Investors have plowed into gold ETFs, with holdings in bullion-backed products surging to their highest level in six years over August, in response to the heightened uncertainty and market risks.
For example, among the most popular gold-related ETFs, the SPDR Gold Shares (NYSEArca: GLD) attracted $2.6 billion in net inflows over August while the iShares Gold Trust (NYSEARCA: IAU) brought in $894 million and Aberdeen Standard Physical Swiss Gold Shares ETF (NYSEArca: SGOL) saw $65 million in inflows, according to ETFdb data.
Investors bought a total of about 101.9 metric tons of gold through ETFs last month or about $5 billion in August, the Financial Times reports. Total ETF holdings went up to 2,453 metric tons, their highest level since February 2013, and it was the third consecutive month of net buying.
Gold Stands Strong
Gold was one of the best-performing assets last month, strengthening 8% and touching its highest level since April 2013 after President Donald Trump escalated the trade war and announced additional tariffs on Chinese imports. Gold prices have strengthened about 20% this year to $1,564 per ounce.
“The slowdown is happening; the question is does that end in a recession? And when do you think it ends in a recession? That is clearly one of the worries,” George Cheveley, a fund manager at Investec, told FT.
Brian Jacobsen, a senior investment strategist with Wells Fargo Asset Management, argued that some of the recent demand was prompted by a so-called terror-trifecta trade, or betting on a pullback in stocks along with a rise in gold and U.S. Treasuries.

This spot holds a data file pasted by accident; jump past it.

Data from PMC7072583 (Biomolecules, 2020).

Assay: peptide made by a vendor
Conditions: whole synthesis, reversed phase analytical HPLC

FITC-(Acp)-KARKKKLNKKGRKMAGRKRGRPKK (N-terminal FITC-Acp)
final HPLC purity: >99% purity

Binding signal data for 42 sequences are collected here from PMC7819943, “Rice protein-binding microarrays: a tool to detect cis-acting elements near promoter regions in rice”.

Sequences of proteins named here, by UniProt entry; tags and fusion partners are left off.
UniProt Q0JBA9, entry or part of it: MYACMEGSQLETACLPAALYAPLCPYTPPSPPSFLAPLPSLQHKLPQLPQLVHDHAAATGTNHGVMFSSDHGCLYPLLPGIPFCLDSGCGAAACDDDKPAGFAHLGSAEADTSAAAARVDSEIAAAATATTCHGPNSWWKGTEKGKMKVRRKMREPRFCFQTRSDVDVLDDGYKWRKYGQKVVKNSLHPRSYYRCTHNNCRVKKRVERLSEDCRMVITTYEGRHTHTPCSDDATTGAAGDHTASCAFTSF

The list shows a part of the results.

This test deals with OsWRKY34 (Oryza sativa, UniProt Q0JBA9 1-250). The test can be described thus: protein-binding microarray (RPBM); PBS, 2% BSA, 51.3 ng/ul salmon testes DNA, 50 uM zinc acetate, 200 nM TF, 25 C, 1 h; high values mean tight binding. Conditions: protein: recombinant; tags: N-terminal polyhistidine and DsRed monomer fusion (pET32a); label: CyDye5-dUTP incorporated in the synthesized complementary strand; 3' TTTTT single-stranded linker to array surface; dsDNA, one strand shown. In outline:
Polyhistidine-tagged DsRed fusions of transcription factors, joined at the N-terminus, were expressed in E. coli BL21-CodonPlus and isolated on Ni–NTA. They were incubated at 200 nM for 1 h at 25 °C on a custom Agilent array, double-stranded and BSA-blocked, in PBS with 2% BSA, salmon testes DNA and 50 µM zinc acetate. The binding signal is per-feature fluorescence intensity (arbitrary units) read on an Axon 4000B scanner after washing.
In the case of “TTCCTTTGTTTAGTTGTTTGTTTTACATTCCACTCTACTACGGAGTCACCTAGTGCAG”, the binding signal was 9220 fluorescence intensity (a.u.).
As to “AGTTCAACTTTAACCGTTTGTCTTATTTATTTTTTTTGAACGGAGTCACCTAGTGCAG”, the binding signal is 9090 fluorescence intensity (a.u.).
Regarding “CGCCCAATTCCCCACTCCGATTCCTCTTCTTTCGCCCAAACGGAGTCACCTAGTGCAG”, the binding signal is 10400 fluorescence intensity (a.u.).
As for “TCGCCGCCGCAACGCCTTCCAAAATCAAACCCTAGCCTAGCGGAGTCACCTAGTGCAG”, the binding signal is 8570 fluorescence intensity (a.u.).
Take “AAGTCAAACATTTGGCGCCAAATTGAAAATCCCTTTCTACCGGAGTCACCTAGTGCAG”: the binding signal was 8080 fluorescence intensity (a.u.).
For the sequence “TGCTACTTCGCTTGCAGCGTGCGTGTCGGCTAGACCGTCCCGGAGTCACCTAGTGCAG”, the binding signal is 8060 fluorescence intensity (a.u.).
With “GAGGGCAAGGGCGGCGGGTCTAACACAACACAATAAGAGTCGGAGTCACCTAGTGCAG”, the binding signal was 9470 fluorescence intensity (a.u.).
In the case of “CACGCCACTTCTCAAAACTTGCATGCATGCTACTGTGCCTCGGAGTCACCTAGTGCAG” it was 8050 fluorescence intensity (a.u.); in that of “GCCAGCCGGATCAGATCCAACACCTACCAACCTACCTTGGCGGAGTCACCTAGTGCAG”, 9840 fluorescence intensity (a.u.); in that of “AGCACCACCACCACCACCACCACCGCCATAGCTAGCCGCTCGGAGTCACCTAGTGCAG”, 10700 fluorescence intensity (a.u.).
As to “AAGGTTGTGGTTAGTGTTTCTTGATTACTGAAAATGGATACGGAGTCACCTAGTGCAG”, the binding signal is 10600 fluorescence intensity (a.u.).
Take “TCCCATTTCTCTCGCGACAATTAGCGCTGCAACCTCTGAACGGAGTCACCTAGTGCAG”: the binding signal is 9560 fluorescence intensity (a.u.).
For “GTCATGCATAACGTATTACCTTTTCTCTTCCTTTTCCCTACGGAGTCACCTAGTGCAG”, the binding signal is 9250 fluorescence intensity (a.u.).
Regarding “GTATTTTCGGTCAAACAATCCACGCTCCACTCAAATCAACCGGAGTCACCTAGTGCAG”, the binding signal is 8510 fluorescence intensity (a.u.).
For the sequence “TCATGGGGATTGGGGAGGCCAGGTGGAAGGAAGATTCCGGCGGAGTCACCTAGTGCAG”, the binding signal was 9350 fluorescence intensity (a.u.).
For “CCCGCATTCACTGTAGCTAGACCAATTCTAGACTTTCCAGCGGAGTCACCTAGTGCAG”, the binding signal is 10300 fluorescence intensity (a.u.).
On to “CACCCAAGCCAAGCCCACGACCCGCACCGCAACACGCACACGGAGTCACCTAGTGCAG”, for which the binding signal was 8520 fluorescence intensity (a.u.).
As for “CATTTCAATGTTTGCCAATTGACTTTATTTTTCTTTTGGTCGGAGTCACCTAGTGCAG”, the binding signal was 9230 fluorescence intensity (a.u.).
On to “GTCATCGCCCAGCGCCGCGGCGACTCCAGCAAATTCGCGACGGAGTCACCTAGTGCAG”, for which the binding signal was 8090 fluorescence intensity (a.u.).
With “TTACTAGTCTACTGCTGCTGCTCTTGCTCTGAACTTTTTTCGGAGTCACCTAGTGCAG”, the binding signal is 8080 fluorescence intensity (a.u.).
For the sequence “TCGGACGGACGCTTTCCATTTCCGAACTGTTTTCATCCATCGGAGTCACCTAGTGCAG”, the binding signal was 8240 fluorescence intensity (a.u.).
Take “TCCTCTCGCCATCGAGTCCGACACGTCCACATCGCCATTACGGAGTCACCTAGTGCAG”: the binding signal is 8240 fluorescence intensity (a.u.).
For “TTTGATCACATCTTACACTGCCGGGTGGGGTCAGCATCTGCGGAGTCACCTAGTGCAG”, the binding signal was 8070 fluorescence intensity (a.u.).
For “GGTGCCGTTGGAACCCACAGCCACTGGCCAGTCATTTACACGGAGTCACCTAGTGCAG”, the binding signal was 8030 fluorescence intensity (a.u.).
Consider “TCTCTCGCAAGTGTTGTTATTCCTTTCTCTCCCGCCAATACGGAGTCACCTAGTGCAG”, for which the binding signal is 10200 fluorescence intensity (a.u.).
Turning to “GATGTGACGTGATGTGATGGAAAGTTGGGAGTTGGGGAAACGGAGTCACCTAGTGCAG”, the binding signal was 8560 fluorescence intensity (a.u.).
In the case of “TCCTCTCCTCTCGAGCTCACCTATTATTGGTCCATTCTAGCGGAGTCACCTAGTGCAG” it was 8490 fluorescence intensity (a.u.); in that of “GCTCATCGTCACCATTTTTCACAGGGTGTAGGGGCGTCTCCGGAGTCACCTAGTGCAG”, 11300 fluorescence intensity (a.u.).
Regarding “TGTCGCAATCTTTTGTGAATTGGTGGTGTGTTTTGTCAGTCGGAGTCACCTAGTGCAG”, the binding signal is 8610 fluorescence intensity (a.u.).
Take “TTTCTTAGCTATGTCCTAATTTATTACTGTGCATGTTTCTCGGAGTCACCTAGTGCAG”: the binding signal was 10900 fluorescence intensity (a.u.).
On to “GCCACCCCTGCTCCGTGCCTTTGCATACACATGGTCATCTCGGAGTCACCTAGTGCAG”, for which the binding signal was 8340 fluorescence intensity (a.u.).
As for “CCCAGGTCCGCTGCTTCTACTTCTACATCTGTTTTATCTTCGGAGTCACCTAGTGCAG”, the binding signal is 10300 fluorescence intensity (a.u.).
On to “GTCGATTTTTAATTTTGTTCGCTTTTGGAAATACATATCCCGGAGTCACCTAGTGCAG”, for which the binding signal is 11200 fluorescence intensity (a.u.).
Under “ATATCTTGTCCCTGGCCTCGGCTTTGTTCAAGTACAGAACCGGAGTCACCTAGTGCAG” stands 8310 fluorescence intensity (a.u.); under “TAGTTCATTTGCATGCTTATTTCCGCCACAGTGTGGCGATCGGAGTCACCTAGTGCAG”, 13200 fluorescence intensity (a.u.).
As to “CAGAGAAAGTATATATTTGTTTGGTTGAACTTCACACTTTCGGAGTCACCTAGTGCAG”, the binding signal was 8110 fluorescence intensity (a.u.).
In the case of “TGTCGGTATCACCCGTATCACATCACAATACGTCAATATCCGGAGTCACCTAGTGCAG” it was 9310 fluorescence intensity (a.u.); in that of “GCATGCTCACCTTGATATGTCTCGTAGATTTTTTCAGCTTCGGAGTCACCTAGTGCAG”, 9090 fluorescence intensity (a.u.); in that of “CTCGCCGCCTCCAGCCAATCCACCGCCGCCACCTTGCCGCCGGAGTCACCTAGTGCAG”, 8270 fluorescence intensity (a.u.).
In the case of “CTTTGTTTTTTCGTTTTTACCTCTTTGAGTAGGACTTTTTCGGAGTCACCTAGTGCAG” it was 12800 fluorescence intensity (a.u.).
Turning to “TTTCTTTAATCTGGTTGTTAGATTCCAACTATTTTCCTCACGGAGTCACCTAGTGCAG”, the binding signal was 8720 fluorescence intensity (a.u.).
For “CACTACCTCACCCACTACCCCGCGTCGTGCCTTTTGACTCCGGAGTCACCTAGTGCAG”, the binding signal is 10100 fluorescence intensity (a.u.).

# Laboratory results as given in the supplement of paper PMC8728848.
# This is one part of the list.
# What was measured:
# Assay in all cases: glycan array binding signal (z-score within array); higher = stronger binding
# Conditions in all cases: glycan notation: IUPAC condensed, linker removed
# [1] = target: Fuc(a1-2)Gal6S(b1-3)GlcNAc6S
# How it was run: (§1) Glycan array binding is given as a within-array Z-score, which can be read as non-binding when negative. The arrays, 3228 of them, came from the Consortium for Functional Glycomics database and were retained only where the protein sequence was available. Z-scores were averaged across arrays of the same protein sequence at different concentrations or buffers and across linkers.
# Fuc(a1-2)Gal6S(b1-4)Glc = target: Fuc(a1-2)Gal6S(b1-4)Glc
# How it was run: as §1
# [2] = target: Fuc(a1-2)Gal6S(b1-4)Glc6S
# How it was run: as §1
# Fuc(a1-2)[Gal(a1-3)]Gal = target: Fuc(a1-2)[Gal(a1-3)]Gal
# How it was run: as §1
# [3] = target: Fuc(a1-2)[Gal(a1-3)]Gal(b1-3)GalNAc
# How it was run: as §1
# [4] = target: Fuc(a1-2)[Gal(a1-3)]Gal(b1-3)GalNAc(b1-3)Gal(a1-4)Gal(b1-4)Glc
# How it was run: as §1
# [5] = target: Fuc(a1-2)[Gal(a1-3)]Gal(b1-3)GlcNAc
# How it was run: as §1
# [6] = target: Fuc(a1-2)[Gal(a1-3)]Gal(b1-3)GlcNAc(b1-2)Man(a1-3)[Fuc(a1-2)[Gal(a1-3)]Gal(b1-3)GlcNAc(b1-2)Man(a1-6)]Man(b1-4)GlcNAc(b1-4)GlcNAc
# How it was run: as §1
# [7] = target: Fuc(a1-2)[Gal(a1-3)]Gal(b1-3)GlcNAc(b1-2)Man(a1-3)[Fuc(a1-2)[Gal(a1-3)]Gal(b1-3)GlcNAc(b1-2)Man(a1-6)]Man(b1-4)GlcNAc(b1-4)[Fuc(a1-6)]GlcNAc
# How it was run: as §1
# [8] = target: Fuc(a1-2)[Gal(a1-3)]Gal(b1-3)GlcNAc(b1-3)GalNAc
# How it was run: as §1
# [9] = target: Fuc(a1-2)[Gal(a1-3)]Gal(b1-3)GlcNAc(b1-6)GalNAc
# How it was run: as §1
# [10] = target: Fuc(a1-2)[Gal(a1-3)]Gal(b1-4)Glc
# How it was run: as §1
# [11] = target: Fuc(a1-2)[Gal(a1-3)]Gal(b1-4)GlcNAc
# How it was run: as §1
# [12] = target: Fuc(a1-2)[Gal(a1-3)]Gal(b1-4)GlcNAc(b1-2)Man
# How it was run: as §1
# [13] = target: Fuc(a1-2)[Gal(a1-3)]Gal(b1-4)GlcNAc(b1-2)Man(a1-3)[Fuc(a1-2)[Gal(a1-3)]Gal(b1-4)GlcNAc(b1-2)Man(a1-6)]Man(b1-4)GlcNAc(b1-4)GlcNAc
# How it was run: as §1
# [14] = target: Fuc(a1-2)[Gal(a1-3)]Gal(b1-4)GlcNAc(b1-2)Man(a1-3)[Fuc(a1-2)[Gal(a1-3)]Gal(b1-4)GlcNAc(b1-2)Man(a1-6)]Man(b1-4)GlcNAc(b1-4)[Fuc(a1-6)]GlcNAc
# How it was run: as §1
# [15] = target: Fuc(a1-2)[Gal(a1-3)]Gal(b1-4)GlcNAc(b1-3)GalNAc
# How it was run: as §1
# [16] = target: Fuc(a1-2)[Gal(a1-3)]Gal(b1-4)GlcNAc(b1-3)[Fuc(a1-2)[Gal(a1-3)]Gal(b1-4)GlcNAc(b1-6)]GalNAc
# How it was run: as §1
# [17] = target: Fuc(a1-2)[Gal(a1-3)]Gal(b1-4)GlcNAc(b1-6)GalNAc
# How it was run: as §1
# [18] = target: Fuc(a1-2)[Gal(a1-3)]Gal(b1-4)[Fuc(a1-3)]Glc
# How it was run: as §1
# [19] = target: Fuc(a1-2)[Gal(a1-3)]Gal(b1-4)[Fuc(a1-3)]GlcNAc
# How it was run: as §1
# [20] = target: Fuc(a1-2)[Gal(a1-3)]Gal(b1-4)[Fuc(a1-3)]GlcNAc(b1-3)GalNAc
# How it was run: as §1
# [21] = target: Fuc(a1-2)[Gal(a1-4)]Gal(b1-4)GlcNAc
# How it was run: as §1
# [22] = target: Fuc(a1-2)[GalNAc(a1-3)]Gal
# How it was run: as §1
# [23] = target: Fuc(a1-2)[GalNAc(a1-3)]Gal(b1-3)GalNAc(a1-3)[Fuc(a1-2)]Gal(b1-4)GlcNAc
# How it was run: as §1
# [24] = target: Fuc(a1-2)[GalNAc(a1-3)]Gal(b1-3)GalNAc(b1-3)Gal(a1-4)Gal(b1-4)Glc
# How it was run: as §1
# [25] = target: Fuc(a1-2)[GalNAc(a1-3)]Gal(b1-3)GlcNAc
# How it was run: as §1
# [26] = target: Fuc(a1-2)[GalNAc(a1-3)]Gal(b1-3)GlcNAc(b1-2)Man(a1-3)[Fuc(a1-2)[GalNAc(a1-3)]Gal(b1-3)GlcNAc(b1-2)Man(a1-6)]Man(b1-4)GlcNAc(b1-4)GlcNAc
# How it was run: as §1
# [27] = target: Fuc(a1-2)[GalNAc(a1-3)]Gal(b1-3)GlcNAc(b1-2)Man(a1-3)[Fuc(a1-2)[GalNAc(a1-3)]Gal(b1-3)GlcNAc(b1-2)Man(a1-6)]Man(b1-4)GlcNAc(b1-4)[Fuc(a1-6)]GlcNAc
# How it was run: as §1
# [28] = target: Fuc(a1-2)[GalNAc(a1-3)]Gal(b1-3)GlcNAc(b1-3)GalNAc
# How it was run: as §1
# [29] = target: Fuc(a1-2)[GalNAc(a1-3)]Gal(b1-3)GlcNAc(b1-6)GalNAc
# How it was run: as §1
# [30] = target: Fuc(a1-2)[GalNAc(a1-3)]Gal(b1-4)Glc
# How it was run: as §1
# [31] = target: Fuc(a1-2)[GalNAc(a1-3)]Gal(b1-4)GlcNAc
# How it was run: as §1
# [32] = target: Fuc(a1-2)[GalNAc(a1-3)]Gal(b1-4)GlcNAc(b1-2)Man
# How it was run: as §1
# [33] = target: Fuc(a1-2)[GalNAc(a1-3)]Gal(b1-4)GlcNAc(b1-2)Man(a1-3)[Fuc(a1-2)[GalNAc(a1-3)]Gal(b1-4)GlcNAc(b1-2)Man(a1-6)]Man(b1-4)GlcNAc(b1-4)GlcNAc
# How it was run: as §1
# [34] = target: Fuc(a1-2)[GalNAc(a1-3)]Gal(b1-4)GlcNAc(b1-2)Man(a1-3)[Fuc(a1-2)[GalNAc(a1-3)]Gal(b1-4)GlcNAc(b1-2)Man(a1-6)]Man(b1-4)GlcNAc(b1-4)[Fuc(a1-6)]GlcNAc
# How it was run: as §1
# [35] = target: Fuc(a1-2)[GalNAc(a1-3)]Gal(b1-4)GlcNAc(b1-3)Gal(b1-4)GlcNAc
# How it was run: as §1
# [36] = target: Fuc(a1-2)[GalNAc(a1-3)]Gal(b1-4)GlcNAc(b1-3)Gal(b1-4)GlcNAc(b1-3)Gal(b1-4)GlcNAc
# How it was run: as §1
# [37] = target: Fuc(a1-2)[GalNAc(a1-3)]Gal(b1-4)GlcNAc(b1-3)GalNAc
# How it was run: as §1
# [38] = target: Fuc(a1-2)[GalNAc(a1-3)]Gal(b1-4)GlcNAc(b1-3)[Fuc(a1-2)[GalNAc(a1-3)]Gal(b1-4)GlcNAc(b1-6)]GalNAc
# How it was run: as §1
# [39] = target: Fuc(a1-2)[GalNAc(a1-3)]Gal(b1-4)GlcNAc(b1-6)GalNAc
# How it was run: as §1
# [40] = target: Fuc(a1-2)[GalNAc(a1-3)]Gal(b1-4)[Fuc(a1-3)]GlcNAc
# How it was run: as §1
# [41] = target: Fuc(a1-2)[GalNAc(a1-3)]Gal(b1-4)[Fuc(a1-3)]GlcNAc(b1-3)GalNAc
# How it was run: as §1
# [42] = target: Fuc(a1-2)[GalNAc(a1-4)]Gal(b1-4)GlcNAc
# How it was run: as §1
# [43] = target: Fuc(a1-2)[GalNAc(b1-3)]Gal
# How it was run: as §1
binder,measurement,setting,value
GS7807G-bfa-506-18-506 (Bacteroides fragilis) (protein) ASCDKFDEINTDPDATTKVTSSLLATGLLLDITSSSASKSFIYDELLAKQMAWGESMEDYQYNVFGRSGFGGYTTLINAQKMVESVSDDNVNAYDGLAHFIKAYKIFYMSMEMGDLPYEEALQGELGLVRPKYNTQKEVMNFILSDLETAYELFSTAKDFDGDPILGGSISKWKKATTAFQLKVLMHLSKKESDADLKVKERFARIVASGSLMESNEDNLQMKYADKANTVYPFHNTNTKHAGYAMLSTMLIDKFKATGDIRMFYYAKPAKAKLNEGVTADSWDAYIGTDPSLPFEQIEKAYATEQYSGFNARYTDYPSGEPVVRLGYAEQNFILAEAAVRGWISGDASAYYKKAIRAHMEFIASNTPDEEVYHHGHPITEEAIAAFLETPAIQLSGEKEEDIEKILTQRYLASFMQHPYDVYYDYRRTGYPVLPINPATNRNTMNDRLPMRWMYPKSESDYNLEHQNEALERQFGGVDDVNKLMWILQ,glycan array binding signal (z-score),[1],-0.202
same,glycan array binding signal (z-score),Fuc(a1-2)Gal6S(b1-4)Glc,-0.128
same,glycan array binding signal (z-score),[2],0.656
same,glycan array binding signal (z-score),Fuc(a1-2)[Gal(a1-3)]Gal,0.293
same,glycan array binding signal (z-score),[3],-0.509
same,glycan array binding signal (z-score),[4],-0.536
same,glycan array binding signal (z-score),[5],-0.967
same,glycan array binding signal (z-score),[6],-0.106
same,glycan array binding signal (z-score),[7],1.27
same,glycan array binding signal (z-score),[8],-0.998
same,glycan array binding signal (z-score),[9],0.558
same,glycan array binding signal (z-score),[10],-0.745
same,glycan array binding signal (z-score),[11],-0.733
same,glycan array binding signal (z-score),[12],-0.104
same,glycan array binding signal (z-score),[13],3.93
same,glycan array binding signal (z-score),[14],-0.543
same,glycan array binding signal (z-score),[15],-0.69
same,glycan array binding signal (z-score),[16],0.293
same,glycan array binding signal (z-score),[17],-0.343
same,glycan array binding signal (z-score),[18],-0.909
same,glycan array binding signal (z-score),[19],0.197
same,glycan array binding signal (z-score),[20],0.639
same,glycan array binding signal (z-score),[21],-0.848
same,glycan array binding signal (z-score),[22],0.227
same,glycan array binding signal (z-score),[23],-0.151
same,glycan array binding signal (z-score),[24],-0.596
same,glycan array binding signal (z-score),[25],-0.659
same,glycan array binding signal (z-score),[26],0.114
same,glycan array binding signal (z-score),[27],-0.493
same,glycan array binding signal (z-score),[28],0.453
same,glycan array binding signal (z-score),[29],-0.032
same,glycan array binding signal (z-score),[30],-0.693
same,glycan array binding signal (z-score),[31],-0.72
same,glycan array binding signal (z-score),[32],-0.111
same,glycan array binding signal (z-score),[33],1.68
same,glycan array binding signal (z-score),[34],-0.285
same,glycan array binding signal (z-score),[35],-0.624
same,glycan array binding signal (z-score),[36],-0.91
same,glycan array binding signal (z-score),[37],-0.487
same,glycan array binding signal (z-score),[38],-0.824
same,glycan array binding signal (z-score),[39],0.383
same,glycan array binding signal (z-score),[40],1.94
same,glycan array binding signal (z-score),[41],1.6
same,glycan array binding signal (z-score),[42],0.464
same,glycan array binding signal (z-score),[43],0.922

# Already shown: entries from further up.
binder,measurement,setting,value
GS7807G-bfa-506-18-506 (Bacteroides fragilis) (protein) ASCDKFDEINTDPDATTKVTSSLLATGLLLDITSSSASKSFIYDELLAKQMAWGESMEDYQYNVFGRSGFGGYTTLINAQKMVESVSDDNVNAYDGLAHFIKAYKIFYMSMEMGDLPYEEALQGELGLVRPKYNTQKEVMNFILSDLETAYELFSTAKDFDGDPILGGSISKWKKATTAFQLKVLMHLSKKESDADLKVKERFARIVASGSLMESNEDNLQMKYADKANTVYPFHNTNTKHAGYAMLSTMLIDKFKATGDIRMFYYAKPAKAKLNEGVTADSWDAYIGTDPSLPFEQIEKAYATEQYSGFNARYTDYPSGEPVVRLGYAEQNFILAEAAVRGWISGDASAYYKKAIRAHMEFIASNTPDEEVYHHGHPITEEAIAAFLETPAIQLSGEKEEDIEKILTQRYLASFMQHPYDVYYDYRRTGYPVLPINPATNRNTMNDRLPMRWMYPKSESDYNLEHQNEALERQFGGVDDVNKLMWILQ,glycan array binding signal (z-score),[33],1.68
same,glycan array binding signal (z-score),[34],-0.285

“With all the troubles in the world, from US-China trade relations to the Brexit brinkmanship we’ve found a terror-trifecta trade to be pretty attractive,” Jacobsen told FT.
The swift decline in bond yields globally last month also added to gold’s appeal since depressed yields lowers the so-called opportunity cost of holding a hard asset that provides no yields.
Looking ahead, investors now anticipate the Federal Reserve to continue its rate cuts in September to further bolster economic growth.
It is “just a question of how large this will be”, Jon Butler, an analyst at Mitsubishi Corp, the Japanese trading house, told FT. “This should continue to put downward pressure on bond yields and make gold look more attractive to investors, plus further escalations in the trade wars will help haven sentiment.”
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